Which Thor did. Baltic Bottling was wound down in 1996, the same year that Thor set up a new company, Bravo International, to produce alcopops. Luckily, Thor was an early mover into this category and his company flourished. Thanks to the tax break that alcopops received initially, his profit margin jumped from 40 percent to something like 80 percent and the business racked up USD 20 million in 1998 sales, as Forbes magazine has the story.
Nevertheless, while alcopops enjoyed something of a boom, beer sales exploded. For every can of alcopop sold in Russia, 40 times as much beer was consumed and the market was growing at 20 percent annually. That’s when Thor decided to enter brewing in 1998. The cash flow from alcopops went into securing the land and some equipment, but they needed an extra USD 25 million to build the brewery. In 1998, the private equity outfit Capital Group from the U.S. wanted to invest USD 25 million in Bravo in exchange for a 33 percent stake. Unluckily, things turned dicey after Russia defaulted on its debts and the Capital Group reneged on their initial contract. Instead of equity they now offered the capital as debt – a very expensive debt for that. As says Thor, it meant that they had to borrow the money at a 40 percent interest rate per year. Moreover, if the business was not sold within four years, Capital had the right to appoint an investment bank to sell the business.
Thor was in a fix but his madcap idea to produce the most expensive beer in Russia, at a 5 percent premium to the market leader Baltika, proved a winner. When they launched the beer brand Botchkarov (“barrel”) in 1999, they were still a secret. However, in the summer they took advantage of St Petersburg’s Beer Day, the local version of the Oktoberfest which attracted some one million people. They actually conquered it – call it guerrilla marketing - by selling their beer not in draught, as their competition did, but in cans off the back of their trucks.
Botchkarov made a splash. In next to no time Bravo had secured a 17 percent market share in the St Petersburg region and 7 percent in the Moscow area. It was selling 2.5 million hl beer in 2001 and was heading for 4 million hl when Capital wanted out. They had started discussions with potential suitors in 2000 and sent out a prospectus in 2001. All these exit manoeuvres went on in secret while at the Bravo brewery they were busily brewing and expanding at the same time. In the end, Heineken offered them the most money, USD 350 million plus USD 50 million if they met certain targets. In the end, they missed the targets because that year a lot of capacity from brewers SABMiller, Interbrew and BBH came on stream. Still, Thor says he pocketed USD 100 million from this deal and Capital tripled its investment.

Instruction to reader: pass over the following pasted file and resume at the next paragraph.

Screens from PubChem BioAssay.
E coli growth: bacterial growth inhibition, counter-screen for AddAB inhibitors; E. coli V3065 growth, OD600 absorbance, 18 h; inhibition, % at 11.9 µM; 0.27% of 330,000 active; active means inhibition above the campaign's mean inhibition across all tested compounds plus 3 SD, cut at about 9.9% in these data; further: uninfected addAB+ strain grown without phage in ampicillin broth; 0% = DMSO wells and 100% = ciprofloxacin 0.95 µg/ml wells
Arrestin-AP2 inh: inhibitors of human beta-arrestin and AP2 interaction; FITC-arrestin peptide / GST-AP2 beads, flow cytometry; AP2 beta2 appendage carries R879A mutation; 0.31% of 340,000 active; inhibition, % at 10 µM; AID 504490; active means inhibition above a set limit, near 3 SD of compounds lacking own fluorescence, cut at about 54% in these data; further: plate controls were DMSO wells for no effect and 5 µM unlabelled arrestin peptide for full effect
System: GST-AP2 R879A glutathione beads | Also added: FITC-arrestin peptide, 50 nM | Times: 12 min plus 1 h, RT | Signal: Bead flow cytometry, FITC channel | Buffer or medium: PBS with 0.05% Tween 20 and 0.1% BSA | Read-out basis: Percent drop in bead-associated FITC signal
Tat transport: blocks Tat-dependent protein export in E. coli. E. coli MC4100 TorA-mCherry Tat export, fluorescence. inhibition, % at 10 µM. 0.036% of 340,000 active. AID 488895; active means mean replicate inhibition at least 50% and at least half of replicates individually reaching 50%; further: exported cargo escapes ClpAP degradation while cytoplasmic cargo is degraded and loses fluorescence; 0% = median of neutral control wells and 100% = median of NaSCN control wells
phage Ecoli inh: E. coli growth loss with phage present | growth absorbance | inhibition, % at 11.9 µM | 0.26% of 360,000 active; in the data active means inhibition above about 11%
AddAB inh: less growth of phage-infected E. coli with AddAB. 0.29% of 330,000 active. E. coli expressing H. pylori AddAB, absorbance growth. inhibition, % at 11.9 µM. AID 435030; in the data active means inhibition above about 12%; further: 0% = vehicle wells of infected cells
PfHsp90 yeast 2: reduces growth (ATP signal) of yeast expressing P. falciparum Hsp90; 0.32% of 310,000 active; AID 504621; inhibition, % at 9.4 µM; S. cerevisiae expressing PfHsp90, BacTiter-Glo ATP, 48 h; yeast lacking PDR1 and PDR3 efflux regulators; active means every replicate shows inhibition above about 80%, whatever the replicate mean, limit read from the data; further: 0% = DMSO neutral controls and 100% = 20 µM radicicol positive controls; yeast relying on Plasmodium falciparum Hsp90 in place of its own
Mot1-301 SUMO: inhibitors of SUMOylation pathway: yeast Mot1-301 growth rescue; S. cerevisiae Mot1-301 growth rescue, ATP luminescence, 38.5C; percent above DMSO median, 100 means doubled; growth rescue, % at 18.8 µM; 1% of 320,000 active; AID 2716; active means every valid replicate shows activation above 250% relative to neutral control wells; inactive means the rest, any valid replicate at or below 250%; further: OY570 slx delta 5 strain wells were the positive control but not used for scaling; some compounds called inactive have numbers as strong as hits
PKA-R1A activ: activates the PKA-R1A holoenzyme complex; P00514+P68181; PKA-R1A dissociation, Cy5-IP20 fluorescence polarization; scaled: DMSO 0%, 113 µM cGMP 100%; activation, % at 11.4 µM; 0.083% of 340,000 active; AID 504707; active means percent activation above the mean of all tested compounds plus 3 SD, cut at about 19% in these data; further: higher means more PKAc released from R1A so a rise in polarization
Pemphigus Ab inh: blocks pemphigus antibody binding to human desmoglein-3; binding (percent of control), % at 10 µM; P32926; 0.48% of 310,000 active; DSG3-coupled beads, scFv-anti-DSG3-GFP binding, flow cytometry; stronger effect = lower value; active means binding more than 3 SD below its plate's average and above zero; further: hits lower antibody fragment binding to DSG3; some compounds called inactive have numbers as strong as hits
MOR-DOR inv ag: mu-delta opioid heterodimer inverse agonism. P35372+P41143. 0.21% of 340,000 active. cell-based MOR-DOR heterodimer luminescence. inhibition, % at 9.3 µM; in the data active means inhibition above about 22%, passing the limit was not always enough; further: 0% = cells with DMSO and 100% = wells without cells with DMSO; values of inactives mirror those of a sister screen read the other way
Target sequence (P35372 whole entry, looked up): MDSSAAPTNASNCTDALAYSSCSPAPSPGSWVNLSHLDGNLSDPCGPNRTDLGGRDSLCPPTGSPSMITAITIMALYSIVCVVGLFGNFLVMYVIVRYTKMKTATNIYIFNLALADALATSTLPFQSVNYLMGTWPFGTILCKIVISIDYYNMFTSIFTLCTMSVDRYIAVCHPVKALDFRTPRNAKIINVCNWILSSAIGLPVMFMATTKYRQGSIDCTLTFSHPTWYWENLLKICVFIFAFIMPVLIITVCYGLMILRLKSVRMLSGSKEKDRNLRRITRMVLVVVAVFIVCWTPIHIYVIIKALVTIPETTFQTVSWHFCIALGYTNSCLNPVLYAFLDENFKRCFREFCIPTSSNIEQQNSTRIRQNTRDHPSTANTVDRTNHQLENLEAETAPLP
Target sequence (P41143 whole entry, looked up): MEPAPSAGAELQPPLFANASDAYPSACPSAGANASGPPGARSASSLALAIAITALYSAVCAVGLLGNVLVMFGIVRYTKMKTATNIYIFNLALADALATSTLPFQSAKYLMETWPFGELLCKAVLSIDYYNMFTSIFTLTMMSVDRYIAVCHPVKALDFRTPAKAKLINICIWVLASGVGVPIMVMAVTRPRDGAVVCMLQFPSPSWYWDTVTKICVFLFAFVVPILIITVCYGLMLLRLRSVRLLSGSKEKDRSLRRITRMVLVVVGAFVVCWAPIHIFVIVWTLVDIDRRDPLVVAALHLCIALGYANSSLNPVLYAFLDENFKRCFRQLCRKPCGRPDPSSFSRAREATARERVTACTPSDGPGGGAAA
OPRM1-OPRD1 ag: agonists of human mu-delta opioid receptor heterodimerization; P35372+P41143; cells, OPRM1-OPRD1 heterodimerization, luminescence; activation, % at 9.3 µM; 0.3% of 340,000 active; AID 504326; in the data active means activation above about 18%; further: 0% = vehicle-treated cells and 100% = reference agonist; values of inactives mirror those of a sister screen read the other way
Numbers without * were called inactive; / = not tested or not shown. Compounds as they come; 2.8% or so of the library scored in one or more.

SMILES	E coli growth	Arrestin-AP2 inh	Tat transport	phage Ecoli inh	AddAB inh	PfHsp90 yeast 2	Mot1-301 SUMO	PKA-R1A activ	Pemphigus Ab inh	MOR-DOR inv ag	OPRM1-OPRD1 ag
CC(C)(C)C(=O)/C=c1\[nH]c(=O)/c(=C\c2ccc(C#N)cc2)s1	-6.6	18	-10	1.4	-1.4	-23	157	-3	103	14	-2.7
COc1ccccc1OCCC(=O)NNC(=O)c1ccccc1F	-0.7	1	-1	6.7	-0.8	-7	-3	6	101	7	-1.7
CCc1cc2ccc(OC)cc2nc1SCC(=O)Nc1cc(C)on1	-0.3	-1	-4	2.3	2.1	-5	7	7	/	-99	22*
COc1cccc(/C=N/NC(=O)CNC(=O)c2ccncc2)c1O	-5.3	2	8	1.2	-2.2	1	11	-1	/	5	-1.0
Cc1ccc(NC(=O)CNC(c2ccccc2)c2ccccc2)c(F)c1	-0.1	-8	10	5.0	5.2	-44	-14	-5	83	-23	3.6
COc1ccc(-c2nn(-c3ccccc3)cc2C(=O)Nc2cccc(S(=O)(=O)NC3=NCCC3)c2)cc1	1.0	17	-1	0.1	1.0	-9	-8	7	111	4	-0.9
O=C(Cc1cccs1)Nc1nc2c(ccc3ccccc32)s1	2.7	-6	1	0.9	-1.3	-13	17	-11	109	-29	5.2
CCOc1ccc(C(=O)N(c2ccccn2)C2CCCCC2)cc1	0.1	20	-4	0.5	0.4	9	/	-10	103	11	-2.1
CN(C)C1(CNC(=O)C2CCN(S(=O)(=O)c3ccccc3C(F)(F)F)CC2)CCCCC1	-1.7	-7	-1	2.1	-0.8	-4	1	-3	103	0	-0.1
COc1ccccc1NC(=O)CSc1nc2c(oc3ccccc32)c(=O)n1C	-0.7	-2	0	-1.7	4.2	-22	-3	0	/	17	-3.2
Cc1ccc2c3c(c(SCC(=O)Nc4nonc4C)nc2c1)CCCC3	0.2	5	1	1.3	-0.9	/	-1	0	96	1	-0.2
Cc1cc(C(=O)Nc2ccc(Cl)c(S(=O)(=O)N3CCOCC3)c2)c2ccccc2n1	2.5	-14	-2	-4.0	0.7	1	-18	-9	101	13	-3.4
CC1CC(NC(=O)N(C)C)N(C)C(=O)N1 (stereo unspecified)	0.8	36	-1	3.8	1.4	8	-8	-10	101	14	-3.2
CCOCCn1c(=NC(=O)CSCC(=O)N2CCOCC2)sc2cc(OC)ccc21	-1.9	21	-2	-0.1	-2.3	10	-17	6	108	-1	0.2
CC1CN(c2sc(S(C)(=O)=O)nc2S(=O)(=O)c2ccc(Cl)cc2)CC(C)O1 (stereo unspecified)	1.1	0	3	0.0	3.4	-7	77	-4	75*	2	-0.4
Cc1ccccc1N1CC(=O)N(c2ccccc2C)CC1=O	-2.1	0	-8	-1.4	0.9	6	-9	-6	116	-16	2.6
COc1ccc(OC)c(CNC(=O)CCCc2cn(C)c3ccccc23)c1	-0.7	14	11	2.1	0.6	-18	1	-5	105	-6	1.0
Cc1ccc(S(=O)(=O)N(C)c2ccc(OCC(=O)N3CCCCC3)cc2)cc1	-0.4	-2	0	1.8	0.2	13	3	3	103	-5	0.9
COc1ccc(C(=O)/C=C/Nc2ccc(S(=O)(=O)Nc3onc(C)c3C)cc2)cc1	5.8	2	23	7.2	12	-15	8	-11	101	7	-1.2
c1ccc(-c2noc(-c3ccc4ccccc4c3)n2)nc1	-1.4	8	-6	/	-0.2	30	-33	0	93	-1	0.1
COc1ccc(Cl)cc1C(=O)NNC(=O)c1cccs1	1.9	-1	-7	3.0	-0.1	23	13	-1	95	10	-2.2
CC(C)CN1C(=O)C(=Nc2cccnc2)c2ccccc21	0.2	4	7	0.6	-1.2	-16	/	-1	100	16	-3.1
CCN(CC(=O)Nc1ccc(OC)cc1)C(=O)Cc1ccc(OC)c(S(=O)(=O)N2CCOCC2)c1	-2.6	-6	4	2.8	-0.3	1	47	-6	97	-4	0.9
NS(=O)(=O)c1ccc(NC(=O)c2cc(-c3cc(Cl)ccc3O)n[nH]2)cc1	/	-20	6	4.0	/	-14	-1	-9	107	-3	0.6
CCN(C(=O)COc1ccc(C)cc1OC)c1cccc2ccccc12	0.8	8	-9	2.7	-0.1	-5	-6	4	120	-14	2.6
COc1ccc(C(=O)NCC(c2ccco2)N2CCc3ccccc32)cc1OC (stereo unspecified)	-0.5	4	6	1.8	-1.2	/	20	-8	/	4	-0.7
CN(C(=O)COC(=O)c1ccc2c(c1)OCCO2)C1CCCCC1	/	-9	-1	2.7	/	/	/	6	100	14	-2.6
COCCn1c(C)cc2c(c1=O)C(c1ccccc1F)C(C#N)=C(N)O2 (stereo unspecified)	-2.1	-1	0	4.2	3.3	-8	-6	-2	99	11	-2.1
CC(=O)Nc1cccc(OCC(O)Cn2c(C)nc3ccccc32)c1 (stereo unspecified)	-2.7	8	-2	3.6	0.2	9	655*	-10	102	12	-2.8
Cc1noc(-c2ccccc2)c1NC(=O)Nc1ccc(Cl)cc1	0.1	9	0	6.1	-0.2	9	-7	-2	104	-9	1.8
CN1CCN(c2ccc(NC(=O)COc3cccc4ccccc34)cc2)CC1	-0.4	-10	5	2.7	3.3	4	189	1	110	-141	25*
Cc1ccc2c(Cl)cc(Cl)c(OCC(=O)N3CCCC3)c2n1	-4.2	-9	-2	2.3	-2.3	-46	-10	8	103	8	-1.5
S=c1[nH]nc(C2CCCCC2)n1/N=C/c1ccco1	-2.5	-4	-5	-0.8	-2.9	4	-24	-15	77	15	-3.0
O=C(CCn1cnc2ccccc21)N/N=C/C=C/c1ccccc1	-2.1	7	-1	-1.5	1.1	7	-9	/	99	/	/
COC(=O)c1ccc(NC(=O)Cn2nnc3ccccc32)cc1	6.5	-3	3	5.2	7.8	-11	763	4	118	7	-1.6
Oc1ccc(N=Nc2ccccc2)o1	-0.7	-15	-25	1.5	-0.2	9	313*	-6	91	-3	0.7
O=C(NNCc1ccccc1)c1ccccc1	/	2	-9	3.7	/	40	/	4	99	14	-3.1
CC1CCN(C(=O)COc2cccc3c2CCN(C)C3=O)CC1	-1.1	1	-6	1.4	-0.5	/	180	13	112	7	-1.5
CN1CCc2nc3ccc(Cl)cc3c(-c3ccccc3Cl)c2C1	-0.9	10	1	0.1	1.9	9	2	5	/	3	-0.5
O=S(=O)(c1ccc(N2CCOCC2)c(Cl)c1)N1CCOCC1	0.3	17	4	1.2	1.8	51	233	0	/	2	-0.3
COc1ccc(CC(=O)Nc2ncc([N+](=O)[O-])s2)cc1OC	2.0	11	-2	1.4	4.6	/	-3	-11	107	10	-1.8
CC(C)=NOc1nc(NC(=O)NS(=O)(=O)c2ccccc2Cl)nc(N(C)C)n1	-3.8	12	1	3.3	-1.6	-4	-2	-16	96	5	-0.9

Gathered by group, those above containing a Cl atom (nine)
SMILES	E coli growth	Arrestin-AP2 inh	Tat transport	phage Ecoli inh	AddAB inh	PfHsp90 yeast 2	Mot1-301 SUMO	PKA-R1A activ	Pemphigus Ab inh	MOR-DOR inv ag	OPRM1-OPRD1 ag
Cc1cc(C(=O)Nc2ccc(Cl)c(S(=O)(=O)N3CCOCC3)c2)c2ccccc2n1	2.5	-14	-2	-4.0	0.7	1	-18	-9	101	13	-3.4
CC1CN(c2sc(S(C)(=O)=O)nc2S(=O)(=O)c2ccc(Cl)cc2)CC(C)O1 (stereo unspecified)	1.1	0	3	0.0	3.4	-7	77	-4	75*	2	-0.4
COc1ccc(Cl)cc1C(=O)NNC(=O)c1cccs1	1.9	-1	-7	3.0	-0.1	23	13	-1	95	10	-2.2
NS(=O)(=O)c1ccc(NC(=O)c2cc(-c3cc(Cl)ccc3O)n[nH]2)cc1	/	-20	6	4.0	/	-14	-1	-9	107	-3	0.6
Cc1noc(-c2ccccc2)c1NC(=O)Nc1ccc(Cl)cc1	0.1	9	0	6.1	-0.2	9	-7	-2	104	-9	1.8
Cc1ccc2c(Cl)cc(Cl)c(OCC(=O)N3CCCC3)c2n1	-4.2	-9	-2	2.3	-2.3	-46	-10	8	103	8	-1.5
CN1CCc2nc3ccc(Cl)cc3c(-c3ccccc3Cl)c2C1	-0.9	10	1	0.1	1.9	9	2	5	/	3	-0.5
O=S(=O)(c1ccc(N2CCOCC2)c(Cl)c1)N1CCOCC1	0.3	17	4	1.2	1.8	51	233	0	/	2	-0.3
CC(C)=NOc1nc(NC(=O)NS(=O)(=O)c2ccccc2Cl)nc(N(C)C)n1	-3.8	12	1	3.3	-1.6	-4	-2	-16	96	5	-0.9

For another year, Thor and Heineken remained the joint owners of the Bravo alcopops business. But Heineken never felt too comfortable with alcopos in Russia, presumable because of the vodka business’ less savoury aspects, and so the company was sold, making both of them good money.
Winding up and profiting out
Here the story of Thor’s adventures in Russia ends. From what has followed since, he should call himself lucky he got out at the height of the market, when foreign brewers were spending big money to buy into the beer industry, ludicrously believing that beer consumption would only go up and up and the authorities would never clamp down on it. Another investor to take advantage of foreign brewers’ desire to secure a slice of the highly profitable Russian beer business was Oleg Tinkov – he who used the -ff version of his name and claimed links to the imperial family to give his beer a more upscale clout. After opening his first St Petersburg brewpub in 1998, the one that I frequented, Tinkov’s empire grew to ten pub-restaurants and a 2 million hl brewery in St Petersburg, which he sold to brewer InBev in 2005 for EUR 167 million, while keeping the restaurants, which were valued at USD 25 million in 2007. Those he unloaded to the Scandinavian private equity firm Mint Capital in 2009 for an undisclosed sum, after having tweeted his intention to exit by saying: “My restaurant business is 11 years old now. I’m bored with it.” Those were the days.
A brewer to rue its bad timing is the Danish brewer Carlsberg. In 2008 they paid several billion dollars to buy the other half of Baltika that they did not own already, only to immediately witness Russia’s beer bubble burst, after regulatory interventions hiked taxes, curbed beer advertising and banned kiosk sales. By 2014 per capita beer consumption had dropped to under 60 litres, forcing foreign brewers to write off some of their investments and close breweries.
Thor’s later exploits are quickly told. The cash he pocketed from the Heineken deal, Thor used to multiply it 40-fold by investing in telecoms (mostly in eastern Europe), building up Activis, a generic drugs company, and then, disastrously, by becoming the biggest investor in one of Iceland’s three largest banks, Landsbanki. The bank imploded and Iceland turned against him. Although his truck with his homeland makes for riveting reading, his book spends far too much time rehashing the details of long-past business deals. But despite these reservations, anyone interested in Russia’s Wild East decade, should read “Billions to Bust – and Back” alongside “Red Notice”.